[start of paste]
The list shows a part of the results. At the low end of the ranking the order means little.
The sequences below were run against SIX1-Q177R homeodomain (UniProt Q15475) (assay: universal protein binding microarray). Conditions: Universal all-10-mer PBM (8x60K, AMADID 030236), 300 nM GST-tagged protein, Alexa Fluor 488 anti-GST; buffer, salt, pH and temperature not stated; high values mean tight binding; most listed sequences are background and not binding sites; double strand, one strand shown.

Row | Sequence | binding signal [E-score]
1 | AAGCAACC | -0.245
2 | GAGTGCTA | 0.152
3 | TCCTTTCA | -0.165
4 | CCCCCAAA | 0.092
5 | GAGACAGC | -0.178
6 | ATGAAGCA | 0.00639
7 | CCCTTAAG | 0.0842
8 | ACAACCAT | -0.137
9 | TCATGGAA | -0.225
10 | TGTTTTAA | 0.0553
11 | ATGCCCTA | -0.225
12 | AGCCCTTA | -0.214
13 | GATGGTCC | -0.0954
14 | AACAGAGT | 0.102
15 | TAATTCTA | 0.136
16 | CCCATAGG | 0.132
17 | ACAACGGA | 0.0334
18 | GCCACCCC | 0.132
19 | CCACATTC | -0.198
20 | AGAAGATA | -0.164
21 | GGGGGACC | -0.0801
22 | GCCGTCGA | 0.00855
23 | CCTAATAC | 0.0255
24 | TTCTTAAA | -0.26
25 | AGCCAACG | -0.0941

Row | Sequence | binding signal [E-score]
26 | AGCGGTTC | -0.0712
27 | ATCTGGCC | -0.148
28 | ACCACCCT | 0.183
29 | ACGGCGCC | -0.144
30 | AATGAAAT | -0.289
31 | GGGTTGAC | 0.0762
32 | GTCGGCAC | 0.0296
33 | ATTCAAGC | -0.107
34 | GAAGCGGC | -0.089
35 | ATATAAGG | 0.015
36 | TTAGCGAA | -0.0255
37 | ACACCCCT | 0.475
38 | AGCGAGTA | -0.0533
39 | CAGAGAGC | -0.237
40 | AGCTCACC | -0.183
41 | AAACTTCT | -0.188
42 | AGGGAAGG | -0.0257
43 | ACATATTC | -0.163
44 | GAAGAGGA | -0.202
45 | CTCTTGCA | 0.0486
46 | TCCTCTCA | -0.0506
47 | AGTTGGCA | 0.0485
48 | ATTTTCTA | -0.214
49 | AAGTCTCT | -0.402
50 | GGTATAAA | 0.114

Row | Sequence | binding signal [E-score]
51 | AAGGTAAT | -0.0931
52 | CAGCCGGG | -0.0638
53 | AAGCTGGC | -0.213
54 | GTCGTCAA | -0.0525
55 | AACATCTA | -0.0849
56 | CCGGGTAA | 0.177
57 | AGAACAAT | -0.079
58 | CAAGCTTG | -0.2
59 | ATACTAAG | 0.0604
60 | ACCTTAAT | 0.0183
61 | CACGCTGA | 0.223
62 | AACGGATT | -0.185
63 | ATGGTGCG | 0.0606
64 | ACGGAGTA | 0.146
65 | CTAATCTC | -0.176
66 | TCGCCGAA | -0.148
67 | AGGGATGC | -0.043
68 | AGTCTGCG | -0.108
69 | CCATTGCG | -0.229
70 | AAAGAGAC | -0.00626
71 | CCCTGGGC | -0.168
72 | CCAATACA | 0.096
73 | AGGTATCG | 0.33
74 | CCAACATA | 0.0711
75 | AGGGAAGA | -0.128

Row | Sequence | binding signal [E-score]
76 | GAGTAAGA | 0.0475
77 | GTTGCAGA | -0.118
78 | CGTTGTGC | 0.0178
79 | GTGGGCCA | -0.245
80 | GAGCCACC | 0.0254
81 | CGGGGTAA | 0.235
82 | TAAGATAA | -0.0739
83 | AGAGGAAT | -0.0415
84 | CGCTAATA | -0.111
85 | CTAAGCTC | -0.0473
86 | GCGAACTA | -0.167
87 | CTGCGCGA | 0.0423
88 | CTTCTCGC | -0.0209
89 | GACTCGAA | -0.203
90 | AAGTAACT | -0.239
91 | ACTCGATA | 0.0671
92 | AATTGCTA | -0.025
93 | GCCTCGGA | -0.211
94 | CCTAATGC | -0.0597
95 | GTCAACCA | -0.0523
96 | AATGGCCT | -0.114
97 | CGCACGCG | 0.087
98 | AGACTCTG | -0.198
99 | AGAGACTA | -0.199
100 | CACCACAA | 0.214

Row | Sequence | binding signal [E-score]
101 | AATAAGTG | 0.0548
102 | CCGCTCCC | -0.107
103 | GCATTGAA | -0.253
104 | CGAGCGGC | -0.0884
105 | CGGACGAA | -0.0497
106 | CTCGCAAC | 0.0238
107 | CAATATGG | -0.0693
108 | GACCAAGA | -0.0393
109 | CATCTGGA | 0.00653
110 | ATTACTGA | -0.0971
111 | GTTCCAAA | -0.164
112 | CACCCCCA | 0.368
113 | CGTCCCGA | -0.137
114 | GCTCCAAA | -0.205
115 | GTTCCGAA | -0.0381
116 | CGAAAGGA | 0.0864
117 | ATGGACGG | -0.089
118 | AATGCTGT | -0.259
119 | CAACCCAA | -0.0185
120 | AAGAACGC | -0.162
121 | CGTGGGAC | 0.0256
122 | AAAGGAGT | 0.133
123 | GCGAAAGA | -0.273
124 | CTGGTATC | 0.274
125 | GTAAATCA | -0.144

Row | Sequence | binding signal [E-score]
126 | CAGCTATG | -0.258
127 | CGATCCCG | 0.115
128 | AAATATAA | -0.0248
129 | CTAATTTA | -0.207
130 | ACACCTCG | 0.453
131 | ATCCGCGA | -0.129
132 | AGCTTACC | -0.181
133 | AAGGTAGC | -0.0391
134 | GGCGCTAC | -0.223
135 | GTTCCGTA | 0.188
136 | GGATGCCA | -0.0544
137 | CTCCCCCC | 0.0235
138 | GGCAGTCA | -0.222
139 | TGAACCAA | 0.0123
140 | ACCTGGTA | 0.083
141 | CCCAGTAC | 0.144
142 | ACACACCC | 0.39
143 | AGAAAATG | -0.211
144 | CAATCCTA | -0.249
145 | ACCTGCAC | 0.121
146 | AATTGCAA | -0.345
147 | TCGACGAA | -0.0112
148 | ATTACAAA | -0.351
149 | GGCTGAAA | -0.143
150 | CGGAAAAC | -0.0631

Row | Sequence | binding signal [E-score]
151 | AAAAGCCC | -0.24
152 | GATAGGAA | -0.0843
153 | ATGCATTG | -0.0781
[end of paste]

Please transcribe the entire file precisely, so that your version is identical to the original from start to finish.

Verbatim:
The list shows a part of the results. At the low end of the ranking the order means little.
The sequences below were run against SIX1-Q177R homeodomain (UniProt Q15475) (assay: universal protein binding microarray). Conditions: Universal all-10-mer PBM (8x60K, AMADID 030236), 300 nM GST-tagged protein, Alexa Fluor 488 anti-GST; buffer, salt, pH and temperature not stated; high values mean tight binding; most listed sequences are background and not binding sites; double strand, one strand shown.

Row | Sequence | binding signal [E-score]
1 | AAGCAACC | -0.245
2 | GAGTGCTA | 0.152
3 | TCCTTTCA | -0.165
4 | CCCCCAAA | 0.092
5 | GAGACAGC | -0.178
6 | ATGAAGCA | 0.00639
7 | CCCTTAAG | 0.0842
8 | ACAACCAT | -0.137
9 | TCATGGAA | -0.225
10 | TGTTTTAA | 0.0553
11 | ATGCCCTA | -0.225
12 | AGCCCTTA | -0.214
13 | GATGGTCC | -0.0954
14 | AACAGAGT | 0.102
15 | TAATTCTA | 0.136
16 | CCCATAGG | 0.132
17 | ACAACGGA | 0.0334
18 | GCCACCCC | 0.132
19 | CCACATTC | -0.198
20 | AGAAGATA | -0.164
21 | GGGGGACC | -0.0801
22 | GCCGTCGA | 0.00855
23 | CCTAATAC | 0.0255
24 | TTCTTAAA | -0.26
25 | AGCCAACG | -0.0941

Row | Sequence | binding signal [E-score]
26 | AGCGGTTC | -0.0712
27 | ATCTGGCC | -0.148
28 | ACCACCCT | 0.183
29 | ACGGCGCC | -0.144
30 | AATGAAAT | -0.289
31 | GGGTTGAC | 0.0762
32 | GTCGGCAC | 0.0296
33 | ATTCAAGC | -0.107
34 | GAAGCGGC | -0.089
35 | ATATAAGG | 0.015
36 | TTAGCGAA | -0.0255
37 | ACACCCCT | 0.475
38 | AGCGAGTA | -0.0533
39 | CAGAGAGC | -0.237
40 | AGCTCACC | -0.183
41 | AAACTTCT | -0.188
42 | AGGGAAGG | -0.0257
43 | ACATATTC | -0.163
44 | GAAGAGGA | -0.202
45 | CTCTTGCA | 0.0486
46 | TCCTCTCA | -0.0506
47 | AGTTGGCA | 0.0485
48 | ATTTTCTA | -0.214
49 | AAGTCTCT | -0.402
50 | GGTATAAA | 0.114

Row | Sequence | binding signal [E-score]
51 | AAGGTAAT | -0.0931
52 | CAGCCGGG | -0.0638
53 | AAGCTGGC | -0.213
54 | GTCGTCAA | -0.0525
55 | AACATCTA | -0.0849
56 | CCGGGTAA | 0.177
57 | AGAACAAT | -0.079
58 | CAAGCTTG | -0.2
59 | ATACTAAG | 0.0604
60 | ACCTTAAT | 0.0183
61 | CACGCTGA | 0.223
62 | AACGGATT | -0.185
63 | ATGGTGCG | 0.0606
64 | ACGGAGTA | 0.146
65 | CTAATCTC | -0.176
66 | TCGCCGAA | -0.148
67 | AGGGATGC | -0.043
68 | AGTCTGCG | -0.108
69 | CCATTGCG | -0.229
70 | AAAGAGAC | -0.00626
71 | CCCTGGGC | -0.168
72 | CCAATACA | 0.096
73 | AGGTATCG | 0.33
74 | CCAACATA | 0.0711
75 | AGGGAAGA | -0.128

Row | Sequence | binding signal [E-score]
76 | GAGTAAGA | 0.0475
77 | GTTGCAGA | -0.118
78 | CGTTGTGC | 0.0178
79 | GTGGGCCA | -0.245
80 | GAGCCACC | 0.0254
81 | CGGGGTAA | 0.235
82 | TAAGATAA | -0.0739
83 | AGAGGAAT | -0.0415
84 | CGCTAATA | -0.111
85 | CTAAGCTC | -0.0473
86 | GCGAACTA | -0.167
87 | CTGCGCGA | 0.0423
88 | CTTCTCGC | -0.0209
89 | GACTCGAA | -0.203
90 | AAGTAACT | -0.239
91 | ACTCGATA | 0.0671
92 | AATTGCTA | -0.025
93 | GCCTCGGA | -0.211
94 | CCTAATGC | -0.0597
95 | GTCAACCA | -0.0523
96 | AATGGCCT | -0.114
97 | CGCACGCG | 0.087
98 | AGACTCTG | -0.198
99 | AGAGACTA | -0.199
100 | CACCACAA | 0.214

Row | Sequence | binding signal [E-score]
101 | AATAAGTG | 0.0548
102 | CCGCTCCC | -0.107
103 | GCATTGAA | -0.253
104 | CGAGCGGC | -0.0884
105 | CGGACGAA | -0.0497
106 | CTCGCAAC | 0.0238
107 | CAATATGG | -0.0693
108 | GACCAAGA | -0.0393
109 | CATCTGGA | 0.00653
110 | ATTACTGA | -0.0971
111 | GTTCCAAA | -0.164
112 | CACCCCCA | 0.368
113 | CGTCCCGA | -0.137
114 | GCTCCAAA | -0.205
115 | GTTCCGAA | -0.0381
116 | CGAAAGGA | 0.0864
117 | ATGGACGG | -0.089
118 | AATGCTGT | -0.259
119 | CAACCCAA | -0.0185
120 | AAGAACGC | -0.162
121 | CGTGGGAC | 0.0256
122 | AAAGGAGT | 0.133
123 | GCGAAAGA | -0.273
124 | CTGGTATC | 0.274
125 | GTAAATCA | -0.144

Row | Sequence | binding signal [E-score]
126 | CAGCTATG | -0.258
127 | CGATCCCG | 0.115
128 | AAATATAA | -0.0248
129 | CTAATTTA | -0.207
130 | ACACCTCG | 0.453
131 | ATCCGCGA | -0.129
132 | AGCTTACC | -0.181
133 | AAGGTAGC | -0.0391
134 | GGCGCTAC | -0.223
135 | GTTCCGTA | 0.188
136 | GGATGCCA | -0.0544
137 | CTCCCCCC | 0.0235
138 | GGCAGTCA | -0.222
139 | TGAACCAA | 0.0123
140 | ACCTGGTA | 0.083
141 | CCCAGTAC | 0.144
142 | ACACACCC | 0.39
143 | AGAAAATG | -0.211
144 | CAATCCTA | -0.249
145 | ACCTGCAC | 0.121
146 | AATTGCAA | -0.345
147 | TCGACGAA | -0.0112
148 | ATTACAAA | -0.351
149 | GGCTGAAA | -0.143
150 | CGGAAAAC | -0.0631

Row | Sequence | binding signal [E-score]
151 | AAAAGCCC | -0.24
152 | GATAGGAA | -0.0843
153 | ATGCATTG | -0.0781